Q&A: EPSO's David Bearfield on HR evolving from administrative to strategic

David Bearfield, director of the European Professional Selection Office. Photo by: supplied

Under the leadership of David Bearfield, director of the European Professional Selection Office, the organization’s staff selection process underwent a two-year transformation which increased its capacity to deliver on talent needs and drastically reduced time to hire. Bearfield is also involved in organizing the annual Special Interest Group meeting for the International Public Sector which brings together human resources professionals from international and national organizations to discuss emerging trends and the challenges they pose in attracting and retaining talent.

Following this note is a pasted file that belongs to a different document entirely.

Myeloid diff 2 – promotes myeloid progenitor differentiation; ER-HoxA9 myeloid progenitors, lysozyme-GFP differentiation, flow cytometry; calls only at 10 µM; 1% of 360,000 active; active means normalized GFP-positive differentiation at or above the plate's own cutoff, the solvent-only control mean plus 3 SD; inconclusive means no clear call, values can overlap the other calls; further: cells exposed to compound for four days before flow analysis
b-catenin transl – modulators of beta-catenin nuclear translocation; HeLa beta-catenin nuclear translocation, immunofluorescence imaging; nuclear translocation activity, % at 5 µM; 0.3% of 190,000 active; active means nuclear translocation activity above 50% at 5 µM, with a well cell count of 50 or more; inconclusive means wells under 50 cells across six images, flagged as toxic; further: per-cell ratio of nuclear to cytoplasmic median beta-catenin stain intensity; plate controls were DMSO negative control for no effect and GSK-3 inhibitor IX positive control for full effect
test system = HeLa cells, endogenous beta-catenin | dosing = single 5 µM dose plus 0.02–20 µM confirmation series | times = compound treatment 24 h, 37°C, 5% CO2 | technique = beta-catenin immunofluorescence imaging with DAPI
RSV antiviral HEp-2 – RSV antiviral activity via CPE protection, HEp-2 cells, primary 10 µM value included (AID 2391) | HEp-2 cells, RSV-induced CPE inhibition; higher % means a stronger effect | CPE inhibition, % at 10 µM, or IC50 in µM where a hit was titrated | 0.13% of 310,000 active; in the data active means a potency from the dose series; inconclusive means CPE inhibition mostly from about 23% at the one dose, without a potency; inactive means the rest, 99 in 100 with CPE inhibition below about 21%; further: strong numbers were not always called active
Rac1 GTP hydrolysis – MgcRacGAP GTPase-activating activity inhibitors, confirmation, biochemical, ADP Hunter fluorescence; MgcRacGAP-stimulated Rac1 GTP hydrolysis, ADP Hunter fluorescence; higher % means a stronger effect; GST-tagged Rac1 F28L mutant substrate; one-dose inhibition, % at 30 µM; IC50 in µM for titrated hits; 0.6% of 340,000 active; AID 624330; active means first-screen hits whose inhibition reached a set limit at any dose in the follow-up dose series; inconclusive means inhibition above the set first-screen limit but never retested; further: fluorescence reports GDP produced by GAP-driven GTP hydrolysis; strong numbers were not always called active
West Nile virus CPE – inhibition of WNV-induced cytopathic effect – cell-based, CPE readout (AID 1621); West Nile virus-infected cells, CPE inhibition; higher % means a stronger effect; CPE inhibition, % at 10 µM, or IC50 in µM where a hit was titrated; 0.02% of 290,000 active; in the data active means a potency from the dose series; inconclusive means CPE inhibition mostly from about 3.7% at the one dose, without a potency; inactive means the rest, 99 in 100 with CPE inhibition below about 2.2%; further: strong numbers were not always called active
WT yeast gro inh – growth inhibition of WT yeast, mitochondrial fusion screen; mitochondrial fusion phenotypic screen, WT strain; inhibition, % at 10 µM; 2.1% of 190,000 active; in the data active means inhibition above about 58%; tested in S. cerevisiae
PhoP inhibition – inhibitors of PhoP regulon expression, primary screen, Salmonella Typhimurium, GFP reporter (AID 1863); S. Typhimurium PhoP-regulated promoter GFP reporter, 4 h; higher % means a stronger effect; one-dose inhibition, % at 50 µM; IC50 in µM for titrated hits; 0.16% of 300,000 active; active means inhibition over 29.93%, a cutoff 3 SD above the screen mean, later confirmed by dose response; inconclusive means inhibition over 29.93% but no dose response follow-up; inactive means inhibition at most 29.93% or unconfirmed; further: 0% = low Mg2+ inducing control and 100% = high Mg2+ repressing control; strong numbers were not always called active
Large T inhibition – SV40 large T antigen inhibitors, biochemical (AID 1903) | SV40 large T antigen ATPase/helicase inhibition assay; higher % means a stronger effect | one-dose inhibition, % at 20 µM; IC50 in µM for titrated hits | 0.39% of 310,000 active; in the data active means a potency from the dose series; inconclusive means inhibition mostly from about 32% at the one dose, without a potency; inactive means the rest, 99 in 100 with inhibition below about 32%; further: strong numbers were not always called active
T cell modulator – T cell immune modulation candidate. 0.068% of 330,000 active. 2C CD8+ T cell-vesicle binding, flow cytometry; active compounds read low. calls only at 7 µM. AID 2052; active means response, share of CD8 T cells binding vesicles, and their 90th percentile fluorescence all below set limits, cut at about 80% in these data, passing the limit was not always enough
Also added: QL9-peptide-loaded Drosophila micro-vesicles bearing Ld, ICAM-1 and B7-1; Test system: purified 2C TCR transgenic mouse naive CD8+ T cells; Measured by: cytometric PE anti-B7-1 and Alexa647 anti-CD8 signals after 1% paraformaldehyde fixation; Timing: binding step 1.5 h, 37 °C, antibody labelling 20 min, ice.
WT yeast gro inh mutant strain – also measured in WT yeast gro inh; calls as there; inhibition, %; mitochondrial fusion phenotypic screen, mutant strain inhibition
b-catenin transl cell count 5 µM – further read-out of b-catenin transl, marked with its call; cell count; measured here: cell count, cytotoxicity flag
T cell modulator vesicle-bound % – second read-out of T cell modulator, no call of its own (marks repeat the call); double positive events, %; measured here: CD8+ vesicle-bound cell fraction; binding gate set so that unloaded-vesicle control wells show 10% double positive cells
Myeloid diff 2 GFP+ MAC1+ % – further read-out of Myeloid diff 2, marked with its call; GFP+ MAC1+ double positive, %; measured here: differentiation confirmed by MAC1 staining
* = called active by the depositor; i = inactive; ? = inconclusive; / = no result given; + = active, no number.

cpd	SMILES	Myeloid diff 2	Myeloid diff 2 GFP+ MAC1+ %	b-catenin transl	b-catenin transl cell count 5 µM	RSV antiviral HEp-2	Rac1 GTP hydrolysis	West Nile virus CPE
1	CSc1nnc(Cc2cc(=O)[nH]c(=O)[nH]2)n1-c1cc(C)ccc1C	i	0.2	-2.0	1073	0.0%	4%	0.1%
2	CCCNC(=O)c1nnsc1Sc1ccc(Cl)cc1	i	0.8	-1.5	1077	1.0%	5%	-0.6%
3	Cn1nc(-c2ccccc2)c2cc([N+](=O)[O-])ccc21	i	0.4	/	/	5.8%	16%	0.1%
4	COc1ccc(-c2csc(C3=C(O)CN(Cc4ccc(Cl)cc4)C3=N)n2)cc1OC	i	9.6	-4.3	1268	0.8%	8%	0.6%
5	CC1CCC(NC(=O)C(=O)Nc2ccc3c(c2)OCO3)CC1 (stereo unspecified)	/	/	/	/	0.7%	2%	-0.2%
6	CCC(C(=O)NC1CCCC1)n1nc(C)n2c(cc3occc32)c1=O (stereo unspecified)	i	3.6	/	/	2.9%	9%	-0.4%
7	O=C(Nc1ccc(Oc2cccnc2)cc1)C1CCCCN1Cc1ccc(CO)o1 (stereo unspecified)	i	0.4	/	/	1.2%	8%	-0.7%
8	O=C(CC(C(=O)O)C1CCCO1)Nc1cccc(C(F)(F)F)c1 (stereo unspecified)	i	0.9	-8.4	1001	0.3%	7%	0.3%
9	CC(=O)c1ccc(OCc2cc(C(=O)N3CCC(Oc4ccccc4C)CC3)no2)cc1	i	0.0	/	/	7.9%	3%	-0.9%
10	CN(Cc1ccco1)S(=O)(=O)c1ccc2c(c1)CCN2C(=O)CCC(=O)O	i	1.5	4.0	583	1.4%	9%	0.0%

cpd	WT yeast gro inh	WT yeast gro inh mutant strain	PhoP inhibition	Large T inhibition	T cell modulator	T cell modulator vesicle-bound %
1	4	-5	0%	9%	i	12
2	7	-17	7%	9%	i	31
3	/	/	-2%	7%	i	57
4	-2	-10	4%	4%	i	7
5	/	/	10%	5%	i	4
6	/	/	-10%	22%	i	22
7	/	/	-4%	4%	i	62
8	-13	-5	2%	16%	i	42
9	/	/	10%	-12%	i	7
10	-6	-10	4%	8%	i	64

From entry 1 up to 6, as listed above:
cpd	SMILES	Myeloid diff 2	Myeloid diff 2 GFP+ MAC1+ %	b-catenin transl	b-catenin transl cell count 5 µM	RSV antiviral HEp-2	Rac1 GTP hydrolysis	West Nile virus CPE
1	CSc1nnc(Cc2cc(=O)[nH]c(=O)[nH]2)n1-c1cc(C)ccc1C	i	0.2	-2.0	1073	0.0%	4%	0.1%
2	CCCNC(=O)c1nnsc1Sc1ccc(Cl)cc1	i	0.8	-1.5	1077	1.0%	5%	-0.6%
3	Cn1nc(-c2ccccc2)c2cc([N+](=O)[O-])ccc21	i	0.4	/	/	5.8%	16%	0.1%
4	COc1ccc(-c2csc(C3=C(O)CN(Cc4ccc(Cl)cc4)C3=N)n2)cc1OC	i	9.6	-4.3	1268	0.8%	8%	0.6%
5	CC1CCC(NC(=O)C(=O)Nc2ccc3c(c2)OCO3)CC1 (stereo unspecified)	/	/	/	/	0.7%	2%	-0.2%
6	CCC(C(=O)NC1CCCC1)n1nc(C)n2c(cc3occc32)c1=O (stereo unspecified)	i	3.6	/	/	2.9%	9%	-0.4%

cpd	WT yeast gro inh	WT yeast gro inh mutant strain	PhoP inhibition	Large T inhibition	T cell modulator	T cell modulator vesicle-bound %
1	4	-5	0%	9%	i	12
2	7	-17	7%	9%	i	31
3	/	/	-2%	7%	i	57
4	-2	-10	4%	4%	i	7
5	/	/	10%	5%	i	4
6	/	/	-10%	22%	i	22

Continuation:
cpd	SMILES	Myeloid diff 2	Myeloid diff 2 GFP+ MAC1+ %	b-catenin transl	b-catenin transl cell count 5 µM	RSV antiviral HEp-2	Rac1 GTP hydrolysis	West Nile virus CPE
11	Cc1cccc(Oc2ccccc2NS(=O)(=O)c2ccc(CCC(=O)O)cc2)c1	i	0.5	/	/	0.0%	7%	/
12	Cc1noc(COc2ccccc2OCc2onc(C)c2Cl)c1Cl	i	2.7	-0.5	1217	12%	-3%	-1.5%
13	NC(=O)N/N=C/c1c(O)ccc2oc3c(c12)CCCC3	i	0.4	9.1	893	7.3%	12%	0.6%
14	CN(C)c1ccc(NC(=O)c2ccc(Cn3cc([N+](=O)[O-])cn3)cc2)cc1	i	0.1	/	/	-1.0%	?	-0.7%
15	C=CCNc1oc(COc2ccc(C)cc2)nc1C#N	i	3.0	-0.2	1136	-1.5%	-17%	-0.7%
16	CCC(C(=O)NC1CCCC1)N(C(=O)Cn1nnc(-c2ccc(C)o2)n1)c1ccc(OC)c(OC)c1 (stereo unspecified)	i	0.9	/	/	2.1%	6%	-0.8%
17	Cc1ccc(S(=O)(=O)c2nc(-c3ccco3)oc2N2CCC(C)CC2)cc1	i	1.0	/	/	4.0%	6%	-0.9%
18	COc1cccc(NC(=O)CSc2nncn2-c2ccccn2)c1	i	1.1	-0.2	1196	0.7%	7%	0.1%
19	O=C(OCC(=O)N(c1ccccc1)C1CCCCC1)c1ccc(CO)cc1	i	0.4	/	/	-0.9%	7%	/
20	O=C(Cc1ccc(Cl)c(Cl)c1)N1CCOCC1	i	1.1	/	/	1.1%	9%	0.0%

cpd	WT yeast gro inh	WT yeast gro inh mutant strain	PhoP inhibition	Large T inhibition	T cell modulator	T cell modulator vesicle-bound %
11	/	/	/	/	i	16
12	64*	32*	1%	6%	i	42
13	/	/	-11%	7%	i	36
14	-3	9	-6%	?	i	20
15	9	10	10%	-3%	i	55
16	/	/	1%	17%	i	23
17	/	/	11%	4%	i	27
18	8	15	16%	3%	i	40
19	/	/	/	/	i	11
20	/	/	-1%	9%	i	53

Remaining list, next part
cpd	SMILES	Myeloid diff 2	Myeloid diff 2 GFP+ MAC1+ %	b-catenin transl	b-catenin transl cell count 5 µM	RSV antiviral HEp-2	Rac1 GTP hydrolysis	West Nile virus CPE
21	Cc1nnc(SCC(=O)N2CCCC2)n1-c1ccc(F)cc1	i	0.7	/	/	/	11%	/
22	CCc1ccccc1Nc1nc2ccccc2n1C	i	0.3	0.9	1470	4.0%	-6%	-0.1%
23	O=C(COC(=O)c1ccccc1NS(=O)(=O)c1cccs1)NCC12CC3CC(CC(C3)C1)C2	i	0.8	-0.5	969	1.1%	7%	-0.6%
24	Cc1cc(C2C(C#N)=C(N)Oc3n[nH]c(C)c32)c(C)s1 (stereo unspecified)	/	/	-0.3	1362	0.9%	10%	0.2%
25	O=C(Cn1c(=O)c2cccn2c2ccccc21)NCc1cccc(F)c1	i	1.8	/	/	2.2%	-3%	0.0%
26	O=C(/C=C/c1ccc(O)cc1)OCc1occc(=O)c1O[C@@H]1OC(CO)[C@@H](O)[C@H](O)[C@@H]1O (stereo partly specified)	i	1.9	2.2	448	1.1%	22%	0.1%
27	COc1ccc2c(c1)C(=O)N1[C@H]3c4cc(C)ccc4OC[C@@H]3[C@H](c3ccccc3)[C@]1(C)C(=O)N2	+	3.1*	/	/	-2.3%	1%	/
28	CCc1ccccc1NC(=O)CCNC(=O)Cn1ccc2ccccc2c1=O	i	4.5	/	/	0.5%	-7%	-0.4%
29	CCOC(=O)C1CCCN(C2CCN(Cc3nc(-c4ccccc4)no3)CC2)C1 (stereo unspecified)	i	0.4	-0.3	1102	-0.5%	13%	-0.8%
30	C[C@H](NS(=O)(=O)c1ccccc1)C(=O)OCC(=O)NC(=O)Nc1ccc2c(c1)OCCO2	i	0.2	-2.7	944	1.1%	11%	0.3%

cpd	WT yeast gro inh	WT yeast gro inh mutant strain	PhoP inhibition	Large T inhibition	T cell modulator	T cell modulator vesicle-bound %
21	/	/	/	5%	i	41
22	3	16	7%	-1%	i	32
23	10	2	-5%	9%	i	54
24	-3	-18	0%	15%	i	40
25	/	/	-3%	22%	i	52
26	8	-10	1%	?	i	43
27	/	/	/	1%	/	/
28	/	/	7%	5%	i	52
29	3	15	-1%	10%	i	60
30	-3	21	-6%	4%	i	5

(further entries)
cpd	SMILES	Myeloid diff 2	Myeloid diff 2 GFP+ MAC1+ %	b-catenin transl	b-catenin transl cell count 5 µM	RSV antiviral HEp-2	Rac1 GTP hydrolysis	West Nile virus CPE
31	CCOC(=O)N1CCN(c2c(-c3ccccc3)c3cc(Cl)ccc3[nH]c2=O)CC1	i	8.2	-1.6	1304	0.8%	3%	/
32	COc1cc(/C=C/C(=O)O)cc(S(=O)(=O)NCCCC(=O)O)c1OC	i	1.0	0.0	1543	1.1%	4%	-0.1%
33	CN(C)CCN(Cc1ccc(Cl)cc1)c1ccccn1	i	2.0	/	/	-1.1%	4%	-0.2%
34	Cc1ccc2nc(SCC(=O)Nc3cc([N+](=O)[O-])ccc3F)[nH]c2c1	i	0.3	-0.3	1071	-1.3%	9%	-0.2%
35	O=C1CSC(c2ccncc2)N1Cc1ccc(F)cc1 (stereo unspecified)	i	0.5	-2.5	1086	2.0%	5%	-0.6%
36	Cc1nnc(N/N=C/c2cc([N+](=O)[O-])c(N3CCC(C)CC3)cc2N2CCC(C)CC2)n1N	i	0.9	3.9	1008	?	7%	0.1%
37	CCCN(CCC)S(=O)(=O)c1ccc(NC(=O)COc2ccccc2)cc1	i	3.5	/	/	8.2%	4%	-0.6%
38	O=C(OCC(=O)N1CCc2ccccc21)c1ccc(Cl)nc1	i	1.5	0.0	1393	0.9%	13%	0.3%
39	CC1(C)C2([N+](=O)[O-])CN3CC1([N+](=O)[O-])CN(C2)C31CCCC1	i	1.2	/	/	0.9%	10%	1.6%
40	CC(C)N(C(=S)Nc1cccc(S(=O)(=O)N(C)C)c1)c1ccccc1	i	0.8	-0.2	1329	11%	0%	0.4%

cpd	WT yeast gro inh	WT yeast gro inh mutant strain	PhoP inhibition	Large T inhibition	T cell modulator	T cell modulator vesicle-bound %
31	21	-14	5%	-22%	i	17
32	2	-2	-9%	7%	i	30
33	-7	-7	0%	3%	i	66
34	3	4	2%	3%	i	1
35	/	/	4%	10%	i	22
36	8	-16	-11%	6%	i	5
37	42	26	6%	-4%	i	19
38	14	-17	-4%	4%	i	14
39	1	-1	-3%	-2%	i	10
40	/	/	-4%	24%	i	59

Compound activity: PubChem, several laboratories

Devex spoke to Bearfield to learn more about how these trends are impacting HR in the public sector, and the importance of employer branding in competing for global talent. This interview has been edited for length and clarity.

In your years working in HR, focusing on the public sector and working closely with international organizations, what changes have you seen in how HR is done?

“What we are doing now, in the way we are trying to attract people and remain attractive, is for me one of the key challenges that we face — and we have to engage the political leadership in that challenge.”